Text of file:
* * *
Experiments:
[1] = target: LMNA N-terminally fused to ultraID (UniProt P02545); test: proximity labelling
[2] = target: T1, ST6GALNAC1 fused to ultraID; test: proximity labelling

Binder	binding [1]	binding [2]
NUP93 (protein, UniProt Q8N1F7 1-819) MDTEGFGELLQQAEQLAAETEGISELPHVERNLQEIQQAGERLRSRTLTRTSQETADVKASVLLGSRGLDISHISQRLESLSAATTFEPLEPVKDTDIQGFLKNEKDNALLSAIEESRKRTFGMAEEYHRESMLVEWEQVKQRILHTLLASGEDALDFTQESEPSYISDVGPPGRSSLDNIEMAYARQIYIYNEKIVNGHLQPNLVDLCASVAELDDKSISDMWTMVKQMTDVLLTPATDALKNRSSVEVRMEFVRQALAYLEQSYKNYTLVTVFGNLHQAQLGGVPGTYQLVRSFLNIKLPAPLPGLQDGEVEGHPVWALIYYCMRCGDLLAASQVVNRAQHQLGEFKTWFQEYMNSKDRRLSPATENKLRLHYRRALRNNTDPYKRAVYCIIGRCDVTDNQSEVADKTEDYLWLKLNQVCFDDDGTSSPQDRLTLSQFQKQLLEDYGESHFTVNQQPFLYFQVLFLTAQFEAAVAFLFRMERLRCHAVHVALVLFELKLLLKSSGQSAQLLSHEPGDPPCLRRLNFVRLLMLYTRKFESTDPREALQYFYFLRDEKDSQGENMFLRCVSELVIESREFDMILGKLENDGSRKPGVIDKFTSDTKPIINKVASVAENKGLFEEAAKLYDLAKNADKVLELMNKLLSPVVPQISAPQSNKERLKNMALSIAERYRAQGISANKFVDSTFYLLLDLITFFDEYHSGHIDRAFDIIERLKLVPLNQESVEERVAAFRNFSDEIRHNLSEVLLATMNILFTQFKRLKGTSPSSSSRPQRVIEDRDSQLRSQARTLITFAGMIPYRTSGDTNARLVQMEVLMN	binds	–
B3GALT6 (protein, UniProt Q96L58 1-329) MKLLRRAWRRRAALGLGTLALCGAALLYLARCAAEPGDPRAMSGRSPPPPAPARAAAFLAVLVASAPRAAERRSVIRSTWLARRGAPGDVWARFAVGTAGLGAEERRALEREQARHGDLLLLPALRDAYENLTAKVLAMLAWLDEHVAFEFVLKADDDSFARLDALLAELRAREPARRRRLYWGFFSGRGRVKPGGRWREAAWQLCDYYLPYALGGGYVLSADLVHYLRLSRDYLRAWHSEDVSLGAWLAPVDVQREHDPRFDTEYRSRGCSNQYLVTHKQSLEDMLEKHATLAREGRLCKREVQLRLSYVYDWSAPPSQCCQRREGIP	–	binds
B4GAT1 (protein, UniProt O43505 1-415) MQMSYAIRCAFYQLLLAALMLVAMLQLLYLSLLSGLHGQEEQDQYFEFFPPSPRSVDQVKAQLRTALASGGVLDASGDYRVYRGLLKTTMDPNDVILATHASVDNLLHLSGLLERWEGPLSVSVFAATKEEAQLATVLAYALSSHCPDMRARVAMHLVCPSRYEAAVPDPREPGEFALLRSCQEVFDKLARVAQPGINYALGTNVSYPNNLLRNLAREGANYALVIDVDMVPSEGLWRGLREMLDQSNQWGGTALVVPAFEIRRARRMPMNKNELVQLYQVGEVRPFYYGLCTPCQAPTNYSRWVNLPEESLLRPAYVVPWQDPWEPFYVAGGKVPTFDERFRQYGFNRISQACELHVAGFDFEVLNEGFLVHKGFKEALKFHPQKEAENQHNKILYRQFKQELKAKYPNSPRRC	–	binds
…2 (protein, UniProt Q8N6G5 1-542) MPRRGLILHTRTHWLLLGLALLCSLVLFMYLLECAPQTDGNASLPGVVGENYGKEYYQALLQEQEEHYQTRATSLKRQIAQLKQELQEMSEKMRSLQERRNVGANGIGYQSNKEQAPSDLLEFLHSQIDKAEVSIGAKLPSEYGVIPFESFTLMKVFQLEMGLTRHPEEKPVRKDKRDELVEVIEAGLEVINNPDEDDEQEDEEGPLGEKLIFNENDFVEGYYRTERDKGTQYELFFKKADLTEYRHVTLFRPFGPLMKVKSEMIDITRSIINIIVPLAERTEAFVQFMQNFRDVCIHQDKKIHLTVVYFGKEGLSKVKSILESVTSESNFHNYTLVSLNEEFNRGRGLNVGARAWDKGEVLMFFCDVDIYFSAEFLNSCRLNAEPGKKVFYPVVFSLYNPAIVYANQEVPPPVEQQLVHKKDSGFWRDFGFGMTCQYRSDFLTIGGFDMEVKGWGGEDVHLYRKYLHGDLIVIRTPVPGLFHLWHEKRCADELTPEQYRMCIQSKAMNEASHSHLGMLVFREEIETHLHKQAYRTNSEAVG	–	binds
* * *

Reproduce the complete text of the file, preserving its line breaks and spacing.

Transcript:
Experiments:
[1] = target: LMNA N-terminally fused to ultraID (UniProt P02545); test: proximity labelling
[2] = target: T1, ST6GALNAC1 fused to ultraID; test: proximity labelling

Binder	binding [1]	binding [2]
NUP93 (protein, UniProt Q8N1F7 1-819) MDTEGFGELLQQAEQLAAETEGISELPHVERNLQEIQQAGERLRSRTLTRTSQETADVKASVLLGSRGLDISHISQRLESLSAATTFEPLEPVKDTDIQGFLKNEKDNALLSAIEESRKRTFGMAEEYHRESMLVEWEQVKQRILHTLLASGEDALDFTQESEPSYISDVGPPGRSSLDNIEMAYARQIYIYNEKIVNGHLQPNLVDLCASVAELDDKSISDMWTMVKQMTDVLLTPATDALKNRSSVEVRMEFVRQALAYLEQSYKNYTLVTVFGNLHQAQLGGVPGTYQLVRSFLNIKLPAPLPGLQDGEVEGHPVWALIYYCMRCGDLLAASQVVNRAQHQLGEFKTWFQEYMNSKDRRLSPATENKLRLHYRRALRNNTDPYKRAVYCIIGRCDVTDNQSEVADKTEDYLWLKLNQVCFDDDGTSSPQDRLTLSQFQKQLLEDYGESHFTVNQQPFLYFQVLFLTAQFEAAVAFLFRMERLRCHAVHVALVLFELKLLLKSSGQSAQLLSHEPGDPPCLRRLNFVRLLMLYTRKFESTDPREALQYFYFLRDEKDSQGENMFLRCVSELVIESREFDMILGKLENDGSRKPGVIDKFTSDTKPIINKVASVAENKGLFEEAAKLYDLAKNADKVLELMNKLLSPVVPQISAPQSNKERLKNMALSIAERYRAQGISANKFVDSTFYLLLDLITFFDEYHSGHIDRAFDIIERLKLVPLNQESVEERVAAFRNFSDEIRHNLSEVLLATMNILFTQFKRLKGTSPSSSSRPQRVIEDRDSQLRSQARTLITFAGMIPYRTSGDTNARLVQMEVLMN	binds	–
B3GALT6 (protein, UniProt Q96L58 1-329) MKLLRRAWRRRAALGLGTLALCGAALLYLARCAAEPGDPRAMSGRSPPPPAPARAAAFLAVLVASAPRAAERRSVIRSTWLARRGAPGDVWARFAVGTAGLGAEERRALEREQARHGDLLLLPALRDAYENLTAKVLAMLAWLDEHVAFEFVLKADDDSFARLDALLAELRAREPARRRRLYWGFFSGRGRVKPGGRWREAAWQLCDYYLPYALGGGYVLSADLVHYLRLSRDYLRAWHSEDVSLGAWLAPVDVQREHDPRFDTEYRSRGCSNQYLVTHKQSLEDMLEKHATLAREGRLCKREVQLRLSYVYDWSAPPSQCCQRREGIP	–	binds
B4GAT1 (protein, UniProt O43505 1-415) MQMSYAIRCAFYQLLLAALMLVAMLQLLYLSLLSGLHGQEEQDQYFEFFPPSPRSVDQVKAQLRTALASGGVLDASGDYRVYRGLLKTTMDPNDVILATHASVDNLLHLSGLLERWEGPLSVSVFAATKEEAQLATVLAYALSSHCPDMRARVAMHLVCPSRYEAAVPDPREPGEFALLRSCQEVFDKLARVAQPGINYALGTNVSYPNNLLRNLAREGANYALVIDVDMVPSEGLWRGLREMLDQSNQWGGTALVVPAFEIRRARRMPMNKNELVQLYQVGEVRPFYYGLCTPCQAPTNYSRWVNLPEESLLRPAYVVPWQDPWEPFYVAGGKVPTFDERFRQYGFNRISQACELHVAGFDFEVLNEGFLVHKGFKEALKFHPQKEAENQHNKILYRQFKQELKAKYPNSPRRC	–	binds
…2 (protein, UniProt Q8N6G5 1-542) MPRRGLILHTRTHWLLLGLALLCSLVLFMYLLECAPQTDGNASLPGVVGENYGKEYYQALLQEQEEHYQTRATSLKRQIAQLKQELQEMSEKMRSLQERRNVGANGIGYQSNKEQAPSDLLEFLHSQIDKAEVSIGAKLPSEYGVIPFESFTLMKVFQLEMGLTRHPEEKPVRKDKRDELVEVIEAGLEVINNPDEDDEQEDEEGPLGEKLIFNENDFVEGYYRTERDKGTQYELFFKKADLTEYRHVTLFRPFGPLMKVKSEMIDITRSIINIIVPLAERTEAFVQFMQNFRDVCIHQDKKIHLTVVYFGKEGLSKVKSILESVTSESNFHNYTLVSLNEEFNRGRGLNVGARAWDKGEVLMFFCDVDIYFSAEFLNSCRLNAEPGKKVFYPVVFSLYNPAIVYANQEVPPPVEQQLVHKKDSGFWRDFGFGMTCQYRSDFLTIGGFDMEVKGWGGEDVHLYRKYLHGDLIVIRTPVPGLFHLWHEKRCADELTPEQYRMCIQSKAMNEASHSHLGMLVFREEIETHLHKQAYRTNSEAVG	–	binds